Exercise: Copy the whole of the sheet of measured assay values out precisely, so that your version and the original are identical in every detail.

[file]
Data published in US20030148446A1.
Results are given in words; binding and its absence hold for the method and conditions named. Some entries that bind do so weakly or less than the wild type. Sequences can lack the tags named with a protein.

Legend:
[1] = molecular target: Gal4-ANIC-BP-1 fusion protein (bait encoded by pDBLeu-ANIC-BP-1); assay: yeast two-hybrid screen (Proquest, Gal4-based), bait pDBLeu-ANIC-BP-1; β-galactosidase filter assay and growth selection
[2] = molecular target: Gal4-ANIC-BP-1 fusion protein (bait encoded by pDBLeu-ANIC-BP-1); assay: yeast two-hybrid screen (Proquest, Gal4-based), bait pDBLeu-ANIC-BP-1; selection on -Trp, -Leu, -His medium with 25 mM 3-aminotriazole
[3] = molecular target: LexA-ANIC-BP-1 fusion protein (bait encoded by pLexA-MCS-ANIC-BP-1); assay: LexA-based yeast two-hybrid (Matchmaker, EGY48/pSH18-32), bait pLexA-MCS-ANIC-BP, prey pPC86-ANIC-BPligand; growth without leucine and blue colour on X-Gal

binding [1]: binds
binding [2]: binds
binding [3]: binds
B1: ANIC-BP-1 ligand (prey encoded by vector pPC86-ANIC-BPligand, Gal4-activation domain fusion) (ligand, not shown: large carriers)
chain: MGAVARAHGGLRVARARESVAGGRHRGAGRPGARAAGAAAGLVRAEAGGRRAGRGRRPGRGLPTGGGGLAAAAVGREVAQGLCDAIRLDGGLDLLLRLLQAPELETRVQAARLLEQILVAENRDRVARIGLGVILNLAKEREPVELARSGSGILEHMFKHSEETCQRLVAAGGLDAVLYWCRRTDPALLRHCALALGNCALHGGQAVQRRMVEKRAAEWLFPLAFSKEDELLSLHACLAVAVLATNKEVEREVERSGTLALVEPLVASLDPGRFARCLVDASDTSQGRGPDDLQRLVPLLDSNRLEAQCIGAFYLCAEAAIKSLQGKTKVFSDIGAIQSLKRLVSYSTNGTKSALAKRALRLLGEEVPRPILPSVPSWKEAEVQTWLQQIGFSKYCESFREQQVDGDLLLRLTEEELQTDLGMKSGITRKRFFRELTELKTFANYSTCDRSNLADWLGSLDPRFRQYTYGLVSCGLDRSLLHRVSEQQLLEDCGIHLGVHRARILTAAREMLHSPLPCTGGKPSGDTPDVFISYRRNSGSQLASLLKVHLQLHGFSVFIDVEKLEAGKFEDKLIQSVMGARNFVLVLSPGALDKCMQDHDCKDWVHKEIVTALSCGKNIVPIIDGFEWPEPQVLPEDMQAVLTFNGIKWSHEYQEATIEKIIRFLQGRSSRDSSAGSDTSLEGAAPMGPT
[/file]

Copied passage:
Data published in US20030148446A1.
Results are given in words; binding and its absence hold for the method and conditions named. Some entries that bind do so weakly or less than the wild type. Sequences can lack the tags named with a protein.

Legend:
[1] = molecular target: Gal4-ANIC-BP-1 fusion protein (bait encoded by pDBLeu-ANIC-BP-1); assay: yeast two-hybrid screen (Proquest, Gal4-based), bait pDBLeu-ANIC-BP-1; β-galactosidase filter assay and growth selection
[2] = molecular target: Gal4-ANIC-BP-1 fusion protein (bait encoded by pDBLeu-ANIC-BP-1); assay: yeast two-hybrid screen (Proquest, Gal4-based), bait pDBLeu-ANIC-BP-1; selection on -Trp, -Leu, -His medium with 25 mM 3-aminotriazole
[3] = molecular target: LexA-ANIC-BP-1 fusion protein (bait encoded by pLexA-MCS-ANIC-BP-1); assay: LexA-based yeast two-hybrid (Matchmaker, EGY48/pSH18-32), bait pLexA-MCS-ANIC-BP, prey pPC86-ANIC-BPligand; growth without leucine and blue colour on X-Gal

binding [1]: binds
binding [2]: binds
binding [3]: binds
B1: ANIC-BP-1 ligand (prey encoded by vector pPC86-ANIC-BPligand, Gal4-activation domain fusion) (ligand, not shown: large carriers)
chain: MGAVARAHGGLRVARARESVAGGRHRGAGRPGARAAGAAAGLVRAEAGGRRAGRGRRPGRGLPTGGGGLAAAAVGREVAQGLCDAIRLDGGLDLLLRLLQAPELETRVQAARLLEQILVAENRDRVARIGLGVILNLAKEREPVELARSGSGILEHMFKHSEETCQRLVAAGGLDAVLYWCRRTDPALLRHCALALGNCALHGGQAVQRRMVEKRAAEWLFPLAFSKEDELLSLHACLAVAVLATNKEVEREVERSGTLALVEPLVASLDPGRFARCLVDASDTSQGRGPDDLQRLVPLLDSNRLEAQCIGAFYLCAEAAIKSLQGKTKVFSDIGAIQSLKRLVSYSTNGTKSALAKRALRLLGEEVPRPILPSVPSWKEAEVQTWLQQIGFSKYCESFREQQVDGDLLLRLTEEELQTDLGMKSGITRKRFFRELTELKTFANYSTCDRSNLADWLGSLDPRFRQYTYGLVSCGLDRSLLHRVSEQQLLEDCGIHLGVHRARILTAAREMLHSPLPCTGGKPSGDTPDVFISYRRNSGSQLASLLKVHLQLHGFSVFIDVEKLEAGKFEDKLIQSVMGARNFVLVLSPGALDKCMQDHDCKDWVHKEIVTALSCGKNIVPIIDGFEWPEPQVLPEDMQAVLTFNGIKWSHEYQEATIEKIIRFLQGRSSRDSSAGSDTSLEGAAPMGPT